Transitioning to college and taking that great leap into adulthood is often thought of as one of the most exciting times of a young person’s life. This coming-of-age story is systematically told time and time again as an adventurous, wild & fun romp in countless movies and nostalgic musings. For many college freshmen, waving goodbye to their parents as they settle into their dormitory is a moment of unabashed excitement over their newfound freedom. However, for some students, it’s anything but: in a 2011 nationwide survey the American College Health Association–National College Health Assessment (ACHA–NCHA) found that 30% of college students at 2- and 4-year institutions reported feeling “so depressed that it was difficult to function” at some time in the past year.
Sites like TransitionYear.org have done a lot to raise awareness of the general issues surrounding the transition to college, but despite this many parents are caught by surprise when emotional issues occur with their own children.
“College depression” isn’t a clinical diagnosis. Instead, college depression is a form of adjustment disorder — a type of stress-related mental illness — or depression. “Tendencies toward depression may not manifest consistently, and the high-stress environment and coping with separation from family and friend is often the perfect storm to cause depression to emerge,” says Dr. Richard Kneip, a psychologist with Great Lakes Psychology Group, an emotionally focused counseling center with three locations in Michigan. “Dealing with these changes during the transition from adolescence to adulthood can trigger or unmask so-called college depression in some young adults.”
During the transition to college, it’s absolutely crucial for parents to monitor their child’s attitude and behavior for changes indicating there’s a problem. This can be difficult to do, especially from afar, but the key is to look for unusual or inexplicable changes in your child’s behavior.
Signs and symptoms that a student may be experiencing college depression include:
- Feelings of sadness or unhappiness
- Irritability, frustration, agitation, or restlessness
- Withdrawal from activities and interests
- Insomnia or excessive sleeping
- Changes in appetite or weight
- Indecisiveness, distractibility, and decreased concentration
- Fatigue, tiredness, and loss of energy
- Feelings of worthlessness or guilt
- Trouble with thinking, concentrating, making decisions, and remembering things
- Frequent thoughts of death, dying, or suicide
In order to prepare your child for the transition to college, it’s wise to spend time talking with them about their goals and the potential pitfalls they may encounter. Students transitioning to college face many challenges, pressures and anxieties that can cause them to feel overwhelmed. They may be living on their own for the first time and feeling homesick. They may also be adapting to a new schedule and workload, adjusting to life with roommates, and figuring out how to belong. They may no longer have their social safety net of friends, or teachers that are able to devote large amounts of time to their individual understanding of a subject.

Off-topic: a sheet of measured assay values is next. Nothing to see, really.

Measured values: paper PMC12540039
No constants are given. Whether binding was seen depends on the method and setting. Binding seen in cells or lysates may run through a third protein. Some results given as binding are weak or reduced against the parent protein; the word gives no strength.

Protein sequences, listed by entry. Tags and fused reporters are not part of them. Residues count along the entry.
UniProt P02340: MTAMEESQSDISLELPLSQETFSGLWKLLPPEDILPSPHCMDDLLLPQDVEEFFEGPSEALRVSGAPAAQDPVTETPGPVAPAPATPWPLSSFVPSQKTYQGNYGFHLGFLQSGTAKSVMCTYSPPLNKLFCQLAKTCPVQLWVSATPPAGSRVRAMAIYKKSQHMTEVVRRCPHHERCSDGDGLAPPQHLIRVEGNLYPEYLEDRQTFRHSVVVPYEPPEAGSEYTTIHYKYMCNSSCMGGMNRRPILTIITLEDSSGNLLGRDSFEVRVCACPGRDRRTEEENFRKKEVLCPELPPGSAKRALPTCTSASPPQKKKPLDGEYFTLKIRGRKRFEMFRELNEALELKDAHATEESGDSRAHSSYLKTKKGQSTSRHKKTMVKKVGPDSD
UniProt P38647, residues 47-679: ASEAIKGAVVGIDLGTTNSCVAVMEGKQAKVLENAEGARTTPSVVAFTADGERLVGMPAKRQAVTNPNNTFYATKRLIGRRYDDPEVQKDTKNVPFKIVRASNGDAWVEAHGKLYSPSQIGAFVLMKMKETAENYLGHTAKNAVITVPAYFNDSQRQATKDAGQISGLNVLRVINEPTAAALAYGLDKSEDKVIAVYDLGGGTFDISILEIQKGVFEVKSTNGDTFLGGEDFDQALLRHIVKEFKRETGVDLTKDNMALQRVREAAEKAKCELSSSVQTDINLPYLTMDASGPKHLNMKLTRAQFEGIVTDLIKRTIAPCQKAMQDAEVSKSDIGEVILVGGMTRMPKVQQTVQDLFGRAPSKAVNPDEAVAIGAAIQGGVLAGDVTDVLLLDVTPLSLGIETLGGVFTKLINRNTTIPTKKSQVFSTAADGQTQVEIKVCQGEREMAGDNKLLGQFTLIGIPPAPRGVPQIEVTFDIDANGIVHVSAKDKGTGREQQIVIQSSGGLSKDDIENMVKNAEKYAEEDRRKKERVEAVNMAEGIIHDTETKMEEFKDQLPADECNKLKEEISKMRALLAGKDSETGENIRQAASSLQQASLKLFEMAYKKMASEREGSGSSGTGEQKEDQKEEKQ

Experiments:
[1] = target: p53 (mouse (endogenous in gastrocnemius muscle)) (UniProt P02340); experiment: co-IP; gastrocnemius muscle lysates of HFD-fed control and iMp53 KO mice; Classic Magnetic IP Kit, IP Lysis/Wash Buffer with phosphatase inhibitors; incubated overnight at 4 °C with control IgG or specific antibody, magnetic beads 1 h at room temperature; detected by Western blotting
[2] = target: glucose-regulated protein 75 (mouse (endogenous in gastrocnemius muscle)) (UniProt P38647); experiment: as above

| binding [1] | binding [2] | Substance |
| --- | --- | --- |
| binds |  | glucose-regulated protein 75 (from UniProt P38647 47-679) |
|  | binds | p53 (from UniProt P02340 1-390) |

Parents who bring up the topic of mental and emotional health before the transition to college may make it easier for their children to open up to them about future problems. Parents should share the fact that there’s no stigma or weakness in seeking counseling for depression or anything else, and should stress the positive aspects of counseling as a tool to get help if he or she ever needs it.
Helping your child become accustomed to the challenges they’ll face in college will help them from feeling overwhelmed by the transition. Encourage your child to visit the campus and talk to other students, peer counselors, or faculty about what to expect and where to turn for support. Review methods that may help them avoid depression. If your college-bound child has a history of depression, talk to your child’s doctor about what kind of counseling options might best help your child with the transition to college. In addition, help your child become familiar with campus counseling resources.
If your child is experiencing distress or showing signs of depression as the start of college nears, you should schedule an appointment at Great Lakes Psychology Group. Remember, depression symptoms may not get better on their own, and getting treatment at the earliest sign of a problem can help prevent college depression from worsening.
Ready to prioritize your mental health?
Great Lakes Psychology Group is here to help. With an extensive network of caring therapists available to meet online or in-person, we make it easy to find the right fit for your unique needs.